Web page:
These series adapted from comics


A great source of inspiration for TV series creators, comic books are regularly adapted on the small screen. Let’s take a look at some illustrated works that gave birth to successful television programs.


Created in 2017 by the CW, Riverdale is the modern adaptation of a range of comic books. Imagined in 1941 by Bob Montana, Vic Bloom and John L. Goldwater, Archie is a fearless young boy with red hair who quickly won the hearts of Americans and became the new face of the MLJ Comics publisher, renamed Archie Comics in his honor. Through pop and colorful strips, readers follow the adventures of Archie Andrews and his friends Betty, Veronica and Jughead. Together they travel through time, confronting aliens, zombies and other threatening creatures. To top it all, the story is led by a love triangle, which has thrilled generations of teenagers. More realistic, less supernatural, the television series then takes the same high school students and propels them into many new investigations and situations, much to the delight of young viewers.


Now known as actor Tom Ellis, Lucifer was originally a comic book protagonist of Vertigo DC Comics. Created by Neil Gaiman, Sam Kieth and Mike Dringenberg, he first appeared in Sandman in 1989, and later became the hero of his own series, written by Mike Carey. The plots differ greatly from the TV adaptation, but still revolve around the adventures of the fallen angel and master of the underworld, who has settled on Earth as the manager of a piano bar in Los Angeles. A biblical and dark universe, where manipulation, corruption and malice are rampant.

Chilling Adventures of Sabrina 

While Sabrina Spellman's hectic life has been arranged for television dozens of times, Chilling Adventures of Sabrina explores a darker side of the Teenage Witch. Inspired by the character created for Archie Comics in 1962, the series is based on the eponymous spin-off comic book that has been published since 2014. A horrific version of the wizarding universe, which is much more attached to the satanic and frightening dimensions of witchcraft. Since 2018, the Netflix program developed by Roberto Aguirre-Sacasa has met with great success with subscribers to the platform.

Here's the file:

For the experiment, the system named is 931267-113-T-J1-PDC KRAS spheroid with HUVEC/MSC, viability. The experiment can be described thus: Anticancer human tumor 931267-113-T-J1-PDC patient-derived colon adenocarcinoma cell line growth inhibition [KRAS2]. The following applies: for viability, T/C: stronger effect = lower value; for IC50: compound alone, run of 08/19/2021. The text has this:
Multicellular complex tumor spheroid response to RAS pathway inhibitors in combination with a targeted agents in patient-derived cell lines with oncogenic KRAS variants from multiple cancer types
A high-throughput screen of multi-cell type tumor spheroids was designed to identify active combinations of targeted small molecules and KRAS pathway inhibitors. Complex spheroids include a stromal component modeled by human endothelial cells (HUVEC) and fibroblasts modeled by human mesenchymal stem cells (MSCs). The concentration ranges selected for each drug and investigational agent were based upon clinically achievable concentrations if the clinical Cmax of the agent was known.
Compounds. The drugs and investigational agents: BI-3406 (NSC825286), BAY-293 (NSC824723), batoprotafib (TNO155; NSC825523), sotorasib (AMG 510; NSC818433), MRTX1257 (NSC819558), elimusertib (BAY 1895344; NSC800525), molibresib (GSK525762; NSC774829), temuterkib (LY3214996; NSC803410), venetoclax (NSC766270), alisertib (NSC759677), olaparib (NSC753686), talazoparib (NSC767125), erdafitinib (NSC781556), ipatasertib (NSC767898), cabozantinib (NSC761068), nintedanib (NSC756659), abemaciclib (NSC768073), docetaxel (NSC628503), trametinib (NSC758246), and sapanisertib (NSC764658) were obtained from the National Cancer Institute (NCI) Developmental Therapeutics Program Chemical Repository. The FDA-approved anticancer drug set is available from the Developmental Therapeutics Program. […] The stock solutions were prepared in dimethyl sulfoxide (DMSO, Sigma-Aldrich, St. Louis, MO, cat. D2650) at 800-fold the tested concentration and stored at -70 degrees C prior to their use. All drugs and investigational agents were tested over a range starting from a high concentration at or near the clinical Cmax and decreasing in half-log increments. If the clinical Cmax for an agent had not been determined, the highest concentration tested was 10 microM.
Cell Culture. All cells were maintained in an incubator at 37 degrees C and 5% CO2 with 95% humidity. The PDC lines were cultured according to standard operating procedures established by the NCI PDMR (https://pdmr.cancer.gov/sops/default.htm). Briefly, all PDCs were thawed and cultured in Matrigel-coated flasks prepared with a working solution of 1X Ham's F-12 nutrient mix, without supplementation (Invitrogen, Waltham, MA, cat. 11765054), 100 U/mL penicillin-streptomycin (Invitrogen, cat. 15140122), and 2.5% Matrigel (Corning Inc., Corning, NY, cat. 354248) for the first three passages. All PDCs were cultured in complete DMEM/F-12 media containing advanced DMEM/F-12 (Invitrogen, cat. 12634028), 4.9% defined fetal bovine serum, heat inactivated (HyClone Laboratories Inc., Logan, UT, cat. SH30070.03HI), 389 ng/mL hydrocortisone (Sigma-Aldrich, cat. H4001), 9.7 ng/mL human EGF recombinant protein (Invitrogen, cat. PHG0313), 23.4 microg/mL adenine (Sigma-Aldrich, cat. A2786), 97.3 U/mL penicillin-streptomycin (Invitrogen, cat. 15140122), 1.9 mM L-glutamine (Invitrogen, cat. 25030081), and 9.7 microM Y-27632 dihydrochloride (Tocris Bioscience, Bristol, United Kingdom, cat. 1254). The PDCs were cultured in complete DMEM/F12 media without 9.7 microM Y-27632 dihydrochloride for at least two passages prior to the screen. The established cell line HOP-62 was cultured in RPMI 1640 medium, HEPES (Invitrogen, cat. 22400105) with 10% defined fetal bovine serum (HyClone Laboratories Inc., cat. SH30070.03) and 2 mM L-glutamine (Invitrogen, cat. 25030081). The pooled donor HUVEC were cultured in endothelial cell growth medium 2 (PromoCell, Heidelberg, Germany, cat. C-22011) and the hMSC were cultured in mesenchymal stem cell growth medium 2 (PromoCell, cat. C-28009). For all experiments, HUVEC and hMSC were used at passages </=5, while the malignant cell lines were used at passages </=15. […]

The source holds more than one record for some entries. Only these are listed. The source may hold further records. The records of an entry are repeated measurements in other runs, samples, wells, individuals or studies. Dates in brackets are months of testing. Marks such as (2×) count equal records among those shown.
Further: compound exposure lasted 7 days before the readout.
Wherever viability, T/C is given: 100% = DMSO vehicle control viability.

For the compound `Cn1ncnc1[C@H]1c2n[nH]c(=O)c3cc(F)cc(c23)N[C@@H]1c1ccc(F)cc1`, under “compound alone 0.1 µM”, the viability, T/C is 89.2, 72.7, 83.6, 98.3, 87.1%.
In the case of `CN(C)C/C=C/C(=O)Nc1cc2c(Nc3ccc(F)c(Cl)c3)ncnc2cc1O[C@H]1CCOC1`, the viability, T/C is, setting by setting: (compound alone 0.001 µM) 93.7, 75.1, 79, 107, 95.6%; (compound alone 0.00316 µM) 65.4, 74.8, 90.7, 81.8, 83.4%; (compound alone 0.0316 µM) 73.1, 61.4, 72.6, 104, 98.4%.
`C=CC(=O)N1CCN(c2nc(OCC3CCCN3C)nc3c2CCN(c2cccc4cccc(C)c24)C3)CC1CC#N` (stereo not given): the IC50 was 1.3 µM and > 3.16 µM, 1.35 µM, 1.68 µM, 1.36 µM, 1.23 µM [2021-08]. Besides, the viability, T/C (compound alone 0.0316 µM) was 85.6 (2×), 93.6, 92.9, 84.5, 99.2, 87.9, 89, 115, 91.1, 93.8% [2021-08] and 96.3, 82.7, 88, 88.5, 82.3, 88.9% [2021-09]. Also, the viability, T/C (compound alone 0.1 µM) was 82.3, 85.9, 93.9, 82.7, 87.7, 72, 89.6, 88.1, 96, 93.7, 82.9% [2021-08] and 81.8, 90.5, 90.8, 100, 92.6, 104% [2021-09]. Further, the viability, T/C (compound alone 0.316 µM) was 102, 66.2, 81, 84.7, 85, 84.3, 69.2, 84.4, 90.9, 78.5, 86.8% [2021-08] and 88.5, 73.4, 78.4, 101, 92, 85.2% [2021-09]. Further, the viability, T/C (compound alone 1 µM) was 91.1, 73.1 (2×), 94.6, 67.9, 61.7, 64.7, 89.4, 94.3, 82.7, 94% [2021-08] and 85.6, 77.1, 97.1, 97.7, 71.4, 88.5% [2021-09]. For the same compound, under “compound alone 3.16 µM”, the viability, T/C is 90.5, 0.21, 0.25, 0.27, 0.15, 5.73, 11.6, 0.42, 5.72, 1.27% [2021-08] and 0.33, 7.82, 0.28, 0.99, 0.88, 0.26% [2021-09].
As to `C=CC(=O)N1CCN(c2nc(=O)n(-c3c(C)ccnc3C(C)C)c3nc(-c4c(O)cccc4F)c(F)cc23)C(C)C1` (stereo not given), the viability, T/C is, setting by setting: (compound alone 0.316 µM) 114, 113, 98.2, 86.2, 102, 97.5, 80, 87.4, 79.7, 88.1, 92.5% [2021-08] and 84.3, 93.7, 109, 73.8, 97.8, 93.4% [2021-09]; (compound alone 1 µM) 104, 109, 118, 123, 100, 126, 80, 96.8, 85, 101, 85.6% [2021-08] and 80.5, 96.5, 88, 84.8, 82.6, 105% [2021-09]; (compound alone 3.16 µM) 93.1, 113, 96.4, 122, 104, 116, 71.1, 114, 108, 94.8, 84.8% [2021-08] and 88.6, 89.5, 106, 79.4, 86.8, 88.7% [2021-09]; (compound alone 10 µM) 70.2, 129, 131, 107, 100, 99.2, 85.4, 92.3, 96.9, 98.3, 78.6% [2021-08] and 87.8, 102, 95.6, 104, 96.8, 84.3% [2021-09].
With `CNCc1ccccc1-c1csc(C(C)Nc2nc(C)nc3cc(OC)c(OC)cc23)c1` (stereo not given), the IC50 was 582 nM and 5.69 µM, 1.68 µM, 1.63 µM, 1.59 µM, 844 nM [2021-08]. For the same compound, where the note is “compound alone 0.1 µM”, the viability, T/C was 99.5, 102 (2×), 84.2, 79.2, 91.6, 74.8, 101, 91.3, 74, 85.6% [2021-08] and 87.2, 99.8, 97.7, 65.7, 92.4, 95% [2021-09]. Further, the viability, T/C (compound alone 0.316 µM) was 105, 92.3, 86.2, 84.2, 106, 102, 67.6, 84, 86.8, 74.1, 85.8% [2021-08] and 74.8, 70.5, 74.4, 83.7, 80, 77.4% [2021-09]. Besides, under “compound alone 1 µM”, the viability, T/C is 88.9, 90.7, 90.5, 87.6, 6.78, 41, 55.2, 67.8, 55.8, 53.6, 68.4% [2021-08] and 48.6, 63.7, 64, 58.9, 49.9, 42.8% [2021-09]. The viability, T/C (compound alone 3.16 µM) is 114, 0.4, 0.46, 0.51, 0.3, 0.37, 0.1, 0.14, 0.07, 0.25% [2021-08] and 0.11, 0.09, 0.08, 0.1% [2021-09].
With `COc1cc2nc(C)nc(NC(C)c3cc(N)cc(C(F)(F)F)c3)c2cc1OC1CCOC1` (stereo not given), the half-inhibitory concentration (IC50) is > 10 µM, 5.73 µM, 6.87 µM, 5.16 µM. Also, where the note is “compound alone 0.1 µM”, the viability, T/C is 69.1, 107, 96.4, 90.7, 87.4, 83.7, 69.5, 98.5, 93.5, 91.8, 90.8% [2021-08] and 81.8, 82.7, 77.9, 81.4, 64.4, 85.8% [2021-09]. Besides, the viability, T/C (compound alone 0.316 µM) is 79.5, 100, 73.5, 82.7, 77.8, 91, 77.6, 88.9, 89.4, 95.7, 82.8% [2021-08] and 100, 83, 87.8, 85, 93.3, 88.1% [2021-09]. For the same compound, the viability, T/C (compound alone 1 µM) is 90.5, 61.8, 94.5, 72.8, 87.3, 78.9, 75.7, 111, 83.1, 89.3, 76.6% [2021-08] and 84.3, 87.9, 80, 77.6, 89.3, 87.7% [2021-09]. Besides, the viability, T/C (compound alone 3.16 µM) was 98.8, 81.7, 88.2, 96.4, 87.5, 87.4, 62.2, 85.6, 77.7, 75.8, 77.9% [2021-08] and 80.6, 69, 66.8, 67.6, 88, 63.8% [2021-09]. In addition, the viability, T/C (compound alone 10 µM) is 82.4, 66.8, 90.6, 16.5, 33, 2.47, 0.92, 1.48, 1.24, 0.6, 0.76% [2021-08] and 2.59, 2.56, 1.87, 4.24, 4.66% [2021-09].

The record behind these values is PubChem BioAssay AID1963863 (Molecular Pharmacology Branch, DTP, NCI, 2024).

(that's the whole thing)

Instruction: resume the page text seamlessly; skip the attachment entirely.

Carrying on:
The Umbrella Academy

New heroic fiction developed by Netflix in 2019, The Umbrella Academy is above all inspired by the work of Gerard Way and Gabriel Bá. Split into three comic book volumes to date, Apocalypse Suite, Dallas, and Hotel Oblivion, the story follows the adventures of a dysfunctional family of seven adopted children with supernatural powers. Between quarrels, thrilling missions, jumps in time and brotherly love, the characters must stick together to go through terribly difficult trials. Brought to the small screen, the program stands out significantly from the literary work, but nevertheless retains the same cynical and moving dramaturgy.

The Addams Family

Adapted no less than six times on television and three times in the cinema, The Addams Family has spanned generations, without ever losing either in modernity or in interest. Thought up by Charles Addams, these dark heroes were originally featured in cartoons, published by The New Yorker magazine from 1938. Very quickly, their astonishing characters largely captivated the public, who then let themselves carried away by their obscure daily life. A new series is currently in development, led by notorious fantasy horror master Tim Burton.

The Walking Dead

A huge success for AMC, The Walking Dead first won over comic book readers before it hit the small screen. Written by Robert Kirkman, the black and white comics tell the story of a group of survivors trying to escape an undead invasion of the United States. An apocalyptic, horrific and supernatural universe, the series has about thirty volumes, transformed into 11 television seasons. Something to satisfy fans of zombies and hemoglobin.

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